Senate Intel vice chair: We’ve been demanding these e-mails since the Benghazi attack
posted at 12:01 pm on October 24, 2012 by Ed Morrissey
If the scoop from Reuters last night surprised Americans with the knowledge that the intel community knew that the Benghazi attack was not a spontaneous demonstration that spun out of control, no one was more surprised than Senate Intelligence Committee vice chair Saxby Chambliss. His committee has been requesting those e-mails for weeks, and Chambliss to Fox and Friends that the information in them shows why they demanded them in the first place.
“At the very least,” Brian Kilmeade asks, “this shows a massive disconnect [between the intel community and the administration], doesn’t it?” “No question,” Chambliss answers, but he’s more concerned about how the White House handled the issue. “We got pushback, both from the White House and the intelligence community, early on. We couldn’t figure it out. I mean, that was really strange — because they never do that.” Chambliss now wants hearings in the Senate to pursue why these e-mails, and perhaps other intel, have been held back from Congress:
This points to a few possible conclusions. Either the White House and the intel community kept Congress out of the loop because they didn’t want to admit that terrorists had successfully attacked an American diplomatic mission for the first time in fourteen years, or because they didn’t know themselves what the data meant. Neither is particularly commendatory, although the latter looks a lot less dishonest. Nevertheless, despite having this detailed description of the attack and the fairly credible claim of credit for the attack from a leading terrorist network in the immediate area within two hours of the start of the attack, the White House chose to repeatedly claim that they had “no evidence” that the sacking was a planned terrorist attack for most of the next two weeks. That looks a lot more dishonest with every revelation that comes out in this issue.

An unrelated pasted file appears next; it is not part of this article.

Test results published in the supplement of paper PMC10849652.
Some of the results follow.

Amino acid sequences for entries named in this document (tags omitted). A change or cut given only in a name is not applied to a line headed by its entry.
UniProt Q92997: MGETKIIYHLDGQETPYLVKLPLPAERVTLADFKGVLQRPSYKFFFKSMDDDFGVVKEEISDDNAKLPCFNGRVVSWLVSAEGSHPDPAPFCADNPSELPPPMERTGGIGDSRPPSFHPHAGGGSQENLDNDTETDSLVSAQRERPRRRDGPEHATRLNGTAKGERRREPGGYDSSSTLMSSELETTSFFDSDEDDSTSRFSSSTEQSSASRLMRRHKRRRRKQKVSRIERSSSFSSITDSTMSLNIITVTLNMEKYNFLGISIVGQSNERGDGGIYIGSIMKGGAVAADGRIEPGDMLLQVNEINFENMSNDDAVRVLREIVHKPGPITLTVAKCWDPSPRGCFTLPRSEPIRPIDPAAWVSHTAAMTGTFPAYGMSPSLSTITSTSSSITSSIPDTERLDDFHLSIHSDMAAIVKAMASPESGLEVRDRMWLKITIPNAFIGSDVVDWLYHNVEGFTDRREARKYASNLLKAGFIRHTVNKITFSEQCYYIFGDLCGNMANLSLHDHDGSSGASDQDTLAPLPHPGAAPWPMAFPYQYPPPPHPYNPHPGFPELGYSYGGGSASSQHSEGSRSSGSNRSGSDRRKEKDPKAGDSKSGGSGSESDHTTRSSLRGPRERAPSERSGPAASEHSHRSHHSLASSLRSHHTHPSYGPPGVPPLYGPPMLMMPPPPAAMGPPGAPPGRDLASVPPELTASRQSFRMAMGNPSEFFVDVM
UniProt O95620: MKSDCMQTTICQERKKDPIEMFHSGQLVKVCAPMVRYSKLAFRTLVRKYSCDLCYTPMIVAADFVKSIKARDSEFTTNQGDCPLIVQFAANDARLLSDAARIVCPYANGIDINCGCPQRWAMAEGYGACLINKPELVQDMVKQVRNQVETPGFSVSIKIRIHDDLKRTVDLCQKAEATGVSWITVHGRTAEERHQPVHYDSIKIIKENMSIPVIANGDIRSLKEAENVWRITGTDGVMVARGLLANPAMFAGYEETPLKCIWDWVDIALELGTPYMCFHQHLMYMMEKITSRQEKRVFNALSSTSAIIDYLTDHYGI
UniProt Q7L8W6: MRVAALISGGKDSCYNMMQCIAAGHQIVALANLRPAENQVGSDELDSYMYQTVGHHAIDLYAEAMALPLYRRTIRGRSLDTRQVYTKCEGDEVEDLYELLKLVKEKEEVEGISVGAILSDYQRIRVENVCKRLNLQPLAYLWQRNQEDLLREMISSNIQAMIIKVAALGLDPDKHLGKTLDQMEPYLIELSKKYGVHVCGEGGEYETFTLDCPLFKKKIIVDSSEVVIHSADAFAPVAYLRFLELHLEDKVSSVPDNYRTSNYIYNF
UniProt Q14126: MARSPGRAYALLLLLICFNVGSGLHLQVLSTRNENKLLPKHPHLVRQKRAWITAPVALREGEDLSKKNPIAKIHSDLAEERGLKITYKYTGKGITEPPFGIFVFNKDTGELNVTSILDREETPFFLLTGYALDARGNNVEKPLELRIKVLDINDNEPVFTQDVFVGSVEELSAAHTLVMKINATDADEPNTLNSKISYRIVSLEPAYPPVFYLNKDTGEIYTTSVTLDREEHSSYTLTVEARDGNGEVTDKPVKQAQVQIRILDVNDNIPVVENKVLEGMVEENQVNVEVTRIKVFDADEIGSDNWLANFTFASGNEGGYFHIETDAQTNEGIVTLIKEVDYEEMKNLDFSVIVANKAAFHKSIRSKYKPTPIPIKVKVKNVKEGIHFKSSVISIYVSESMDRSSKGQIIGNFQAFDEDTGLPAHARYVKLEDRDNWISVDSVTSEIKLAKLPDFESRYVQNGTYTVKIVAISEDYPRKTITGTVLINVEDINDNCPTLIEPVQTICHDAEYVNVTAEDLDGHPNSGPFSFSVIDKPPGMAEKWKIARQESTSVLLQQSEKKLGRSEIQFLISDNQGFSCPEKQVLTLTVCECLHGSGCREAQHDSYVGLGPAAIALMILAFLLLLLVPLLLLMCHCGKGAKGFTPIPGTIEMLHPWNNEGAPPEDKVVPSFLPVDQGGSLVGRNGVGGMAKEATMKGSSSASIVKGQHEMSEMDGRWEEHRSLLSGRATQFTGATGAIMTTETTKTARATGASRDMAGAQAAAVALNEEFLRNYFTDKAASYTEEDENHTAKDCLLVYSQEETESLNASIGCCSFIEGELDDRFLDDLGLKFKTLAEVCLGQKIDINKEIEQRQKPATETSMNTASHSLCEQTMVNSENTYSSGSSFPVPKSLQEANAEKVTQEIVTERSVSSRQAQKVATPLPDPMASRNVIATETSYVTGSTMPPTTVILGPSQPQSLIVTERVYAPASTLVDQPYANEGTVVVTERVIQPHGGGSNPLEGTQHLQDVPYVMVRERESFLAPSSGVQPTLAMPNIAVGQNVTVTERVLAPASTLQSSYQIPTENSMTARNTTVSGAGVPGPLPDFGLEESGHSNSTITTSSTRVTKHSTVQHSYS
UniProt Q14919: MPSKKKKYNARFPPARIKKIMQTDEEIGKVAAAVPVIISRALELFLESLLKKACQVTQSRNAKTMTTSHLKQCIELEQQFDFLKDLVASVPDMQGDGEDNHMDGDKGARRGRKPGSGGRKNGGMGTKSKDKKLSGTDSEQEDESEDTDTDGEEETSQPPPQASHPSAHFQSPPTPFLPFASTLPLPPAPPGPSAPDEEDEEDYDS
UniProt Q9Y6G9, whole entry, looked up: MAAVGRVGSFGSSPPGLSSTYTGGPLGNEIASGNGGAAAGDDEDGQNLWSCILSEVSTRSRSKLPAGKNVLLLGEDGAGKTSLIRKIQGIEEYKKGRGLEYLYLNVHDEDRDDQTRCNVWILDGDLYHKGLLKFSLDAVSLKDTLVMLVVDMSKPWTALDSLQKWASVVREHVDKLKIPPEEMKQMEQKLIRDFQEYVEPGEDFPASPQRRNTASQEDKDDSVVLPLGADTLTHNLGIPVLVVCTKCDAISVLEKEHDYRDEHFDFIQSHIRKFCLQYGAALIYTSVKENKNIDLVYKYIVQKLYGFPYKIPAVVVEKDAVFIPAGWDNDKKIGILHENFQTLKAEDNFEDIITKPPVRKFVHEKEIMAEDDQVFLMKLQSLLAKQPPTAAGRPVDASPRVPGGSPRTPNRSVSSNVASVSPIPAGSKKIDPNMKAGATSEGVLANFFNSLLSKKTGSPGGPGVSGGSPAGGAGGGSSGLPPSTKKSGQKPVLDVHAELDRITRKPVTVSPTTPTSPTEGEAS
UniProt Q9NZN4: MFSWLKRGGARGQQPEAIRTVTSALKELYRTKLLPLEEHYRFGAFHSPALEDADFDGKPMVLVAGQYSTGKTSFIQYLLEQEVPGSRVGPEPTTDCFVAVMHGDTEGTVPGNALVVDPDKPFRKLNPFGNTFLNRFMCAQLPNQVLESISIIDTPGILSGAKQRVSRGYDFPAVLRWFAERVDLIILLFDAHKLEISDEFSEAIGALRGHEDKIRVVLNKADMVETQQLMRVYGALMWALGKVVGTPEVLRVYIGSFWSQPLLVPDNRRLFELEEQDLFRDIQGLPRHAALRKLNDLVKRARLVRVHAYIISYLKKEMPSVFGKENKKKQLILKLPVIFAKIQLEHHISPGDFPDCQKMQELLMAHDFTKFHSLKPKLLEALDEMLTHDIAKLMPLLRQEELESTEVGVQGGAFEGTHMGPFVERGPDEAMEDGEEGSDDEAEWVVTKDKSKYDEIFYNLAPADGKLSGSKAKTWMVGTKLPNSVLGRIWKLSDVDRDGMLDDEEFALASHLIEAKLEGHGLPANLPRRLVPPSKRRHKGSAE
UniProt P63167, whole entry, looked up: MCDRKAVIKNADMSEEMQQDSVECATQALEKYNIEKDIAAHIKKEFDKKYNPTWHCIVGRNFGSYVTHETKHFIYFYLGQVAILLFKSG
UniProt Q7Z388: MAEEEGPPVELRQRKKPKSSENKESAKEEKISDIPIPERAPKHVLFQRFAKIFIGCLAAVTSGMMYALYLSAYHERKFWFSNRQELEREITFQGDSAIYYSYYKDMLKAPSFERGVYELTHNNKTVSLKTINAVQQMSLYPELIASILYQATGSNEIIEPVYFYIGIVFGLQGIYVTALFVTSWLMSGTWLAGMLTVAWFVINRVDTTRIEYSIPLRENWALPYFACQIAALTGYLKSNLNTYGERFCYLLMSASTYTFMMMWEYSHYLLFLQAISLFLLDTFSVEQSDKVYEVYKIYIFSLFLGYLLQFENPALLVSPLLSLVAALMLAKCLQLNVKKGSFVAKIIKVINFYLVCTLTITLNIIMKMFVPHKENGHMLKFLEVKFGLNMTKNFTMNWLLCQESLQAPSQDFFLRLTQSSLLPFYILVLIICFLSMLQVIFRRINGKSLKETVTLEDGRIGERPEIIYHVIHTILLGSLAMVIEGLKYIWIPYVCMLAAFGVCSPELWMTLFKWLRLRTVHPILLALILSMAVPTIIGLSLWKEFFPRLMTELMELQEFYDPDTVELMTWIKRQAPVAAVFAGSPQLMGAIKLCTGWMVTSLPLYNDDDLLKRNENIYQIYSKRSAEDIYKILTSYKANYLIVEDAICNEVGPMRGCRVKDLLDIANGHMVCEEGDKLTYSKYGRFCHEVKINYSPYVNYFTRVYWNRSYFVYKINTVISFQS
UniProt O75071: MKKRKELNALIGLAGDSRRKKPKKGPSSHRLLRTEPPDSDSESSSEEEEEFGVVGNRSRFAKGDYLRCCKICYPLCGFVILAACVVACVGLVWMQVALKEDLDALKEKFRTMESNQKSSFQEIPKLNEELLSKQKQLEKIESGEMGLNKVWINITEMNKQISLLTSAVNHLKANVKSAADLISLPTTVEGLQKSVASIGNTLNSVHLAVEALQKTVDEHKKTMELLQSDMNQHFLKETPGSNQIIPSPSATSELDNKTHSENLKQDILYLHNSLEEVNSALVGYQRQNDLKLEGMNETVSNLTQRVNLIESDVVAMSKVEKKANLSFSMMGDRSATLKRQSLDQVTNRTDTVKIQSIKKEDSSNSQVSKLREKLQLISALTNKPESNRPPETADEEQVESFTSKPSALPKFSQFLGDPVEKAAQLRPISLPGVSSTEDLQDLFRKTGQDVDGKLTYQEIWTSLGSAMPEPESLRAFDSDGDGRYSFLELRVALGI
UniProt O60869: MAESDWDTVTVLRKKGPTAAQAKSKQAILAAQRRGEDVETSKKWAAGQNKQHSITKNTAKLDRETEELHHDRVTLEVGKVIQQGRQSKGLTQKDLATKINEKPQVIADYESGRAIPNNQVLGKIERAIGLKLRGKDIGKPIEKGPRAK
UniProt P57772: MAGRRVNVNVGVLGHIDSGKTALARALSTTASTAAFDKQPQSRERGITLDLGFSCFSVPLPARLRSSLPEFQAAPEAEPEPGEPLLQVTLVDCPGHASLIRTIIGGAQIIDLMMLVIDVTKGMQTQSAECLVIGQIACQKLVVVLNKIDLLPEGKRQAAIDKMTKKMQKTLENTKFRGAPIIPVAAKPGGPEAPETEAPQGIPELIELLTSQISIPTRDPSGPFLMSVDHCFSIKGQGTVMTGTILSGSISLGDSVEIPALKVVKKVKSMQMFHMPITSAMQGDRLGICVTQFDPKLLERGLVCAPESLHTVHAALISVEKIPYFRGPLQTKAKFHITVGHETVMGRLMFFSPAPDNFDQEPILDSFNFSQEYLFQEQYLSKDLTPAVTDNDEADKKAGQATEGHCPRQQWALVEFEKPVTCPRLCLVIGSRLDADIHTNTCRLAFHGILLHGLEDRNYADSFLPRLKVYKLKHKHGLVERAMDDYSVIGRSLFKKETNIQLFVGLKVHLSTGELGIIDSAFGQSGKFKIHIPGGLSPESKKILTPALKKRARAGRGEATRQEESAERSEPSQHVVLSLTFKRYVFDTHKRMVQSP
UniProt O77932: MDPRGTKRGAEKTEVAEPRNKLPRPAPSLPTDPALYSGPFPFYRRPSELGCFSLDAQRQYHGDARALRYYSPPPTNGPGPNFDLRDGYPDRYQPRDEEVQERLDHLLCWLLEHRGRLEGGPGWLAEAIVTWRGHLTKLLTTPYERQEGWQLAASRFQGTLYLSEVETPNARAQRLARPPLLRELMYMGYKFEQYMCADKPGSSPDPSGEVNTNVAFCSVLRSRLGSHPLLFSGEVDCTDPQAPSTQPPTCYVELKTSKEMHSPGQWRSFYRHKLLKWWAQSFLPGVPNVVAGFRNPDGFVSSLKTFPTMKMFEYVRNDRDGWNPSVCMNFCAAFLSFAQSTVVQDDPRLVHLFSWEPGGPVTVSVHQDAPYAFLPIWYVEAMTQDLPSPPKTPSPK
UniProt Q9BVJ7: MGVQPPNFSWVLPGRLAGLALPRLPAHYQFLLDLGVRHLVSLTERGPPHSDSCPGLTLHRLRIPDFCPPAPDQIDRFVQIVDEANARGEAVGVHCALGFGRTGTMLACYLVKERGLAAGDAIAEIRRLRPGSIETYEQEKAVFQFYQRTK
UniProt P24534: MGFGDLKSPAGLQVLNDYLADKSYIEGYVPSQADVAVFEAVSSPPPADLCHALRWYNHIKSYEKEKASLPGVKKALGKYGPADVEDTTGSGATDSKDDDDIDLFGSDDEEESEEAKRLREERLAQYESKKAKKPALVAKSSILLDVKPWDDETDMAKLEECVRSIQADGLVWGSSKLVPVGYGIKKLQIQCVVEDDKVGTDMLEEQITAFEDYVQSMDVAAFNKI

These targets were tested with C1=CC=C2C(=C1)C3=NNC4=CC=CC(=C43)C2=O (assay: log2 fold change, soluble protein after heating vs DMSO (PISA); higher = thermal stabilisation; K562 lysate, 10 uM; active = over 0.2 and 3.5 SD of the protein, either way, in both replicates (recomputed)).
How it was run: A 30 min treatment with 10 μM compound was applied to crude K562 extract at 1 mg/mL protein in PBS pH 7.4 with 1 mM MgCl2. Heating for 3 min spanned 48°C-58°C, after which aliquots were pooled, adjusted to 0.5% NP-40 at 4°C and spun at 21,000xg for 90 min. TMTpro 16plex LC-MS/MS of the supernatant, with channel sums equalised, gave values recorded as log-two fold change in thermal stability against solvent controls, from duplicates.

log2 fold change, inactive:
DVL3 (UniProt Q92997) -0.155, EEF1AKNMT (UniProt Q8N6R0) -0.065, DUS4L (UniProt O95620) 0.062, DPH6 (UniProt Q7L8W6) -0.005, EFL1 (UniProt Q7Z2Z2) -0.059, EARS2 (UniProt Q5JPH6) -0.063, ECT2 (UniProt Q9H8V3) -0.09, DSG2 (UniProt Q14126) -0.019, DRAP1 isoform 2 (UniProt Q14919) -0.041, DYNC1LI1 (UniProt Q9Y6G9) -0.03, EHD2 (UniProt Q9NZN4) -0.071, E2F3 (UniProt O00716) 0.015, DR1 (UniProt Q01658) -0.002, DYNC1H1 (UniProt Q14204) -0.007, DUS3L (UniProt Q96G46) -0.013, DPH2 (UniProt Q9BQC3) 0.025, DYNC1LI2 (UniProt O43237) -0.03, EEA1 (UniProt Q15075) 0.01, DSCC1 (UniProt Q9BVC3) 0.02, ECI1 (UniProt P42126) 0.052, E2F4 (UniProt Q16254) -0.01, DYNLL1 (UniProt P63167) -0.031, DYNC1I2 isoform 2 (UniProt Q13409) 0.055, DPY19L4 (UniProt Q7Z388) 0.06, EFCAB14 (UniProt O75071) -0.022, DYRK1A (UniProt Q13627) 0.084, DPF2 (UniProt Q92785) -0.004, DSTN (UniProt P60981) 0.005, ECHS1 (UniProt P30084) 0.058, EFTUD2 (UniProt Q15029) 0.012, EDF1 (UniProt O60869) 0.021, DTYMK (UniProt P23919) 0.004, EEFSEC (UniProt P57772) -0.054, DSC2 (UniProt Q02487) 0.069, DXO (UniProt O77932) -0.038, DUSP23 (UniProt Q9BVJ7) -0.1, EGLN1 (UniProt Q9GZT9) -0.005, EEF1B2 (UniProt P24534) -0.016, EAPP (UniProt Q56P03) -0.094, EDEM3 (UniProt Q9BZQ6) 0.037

That leaves the questions of the provenance of the revelations themselves. If the intel community was reticent about discussing what it knew and when it knew it, at least someone in that group wants the real story to come out. Those e-mails didn’t get leaked by anyone who was in the Situation Room that night and received them, certainly.
Update: Dave Weigel pushes back against the assumption that the Obama administration argued that they had “no evidence of terrorist attack”:
In the same story that breaks the news and gives readers the e-mails, CBS News prints an unaired answer that Obama gave Steve Kroft on September 12. It was his first interview after the attacks.
You’re right that this is not a situation that was — exactly the same as what happened in Egypt and my suspicion is that there are folks involved in this who were looking to target Americans from the start.
The next day, Obama was in Colorado, where he addressed the killings in Libya.
A couple of days ago, for four Americans were killed in an attack on our diplomatic post in Libya… So what I want all of you to know is that we are going to bring those who killed our fellow Americans to justice. I want people around the world to hear me: To all those who would do us harm, no act of terror will go unpunished.
Obama didn’t pretend that this was merely “a protest that got out of hand.” The trouble, when we look back at the timeline, is that reporters didn’t really glom onto the Libya story for a few days. When they did, by the Sunday shows and September 19, you had administration spokespeople soft-peddling the “target Americans from the start” story.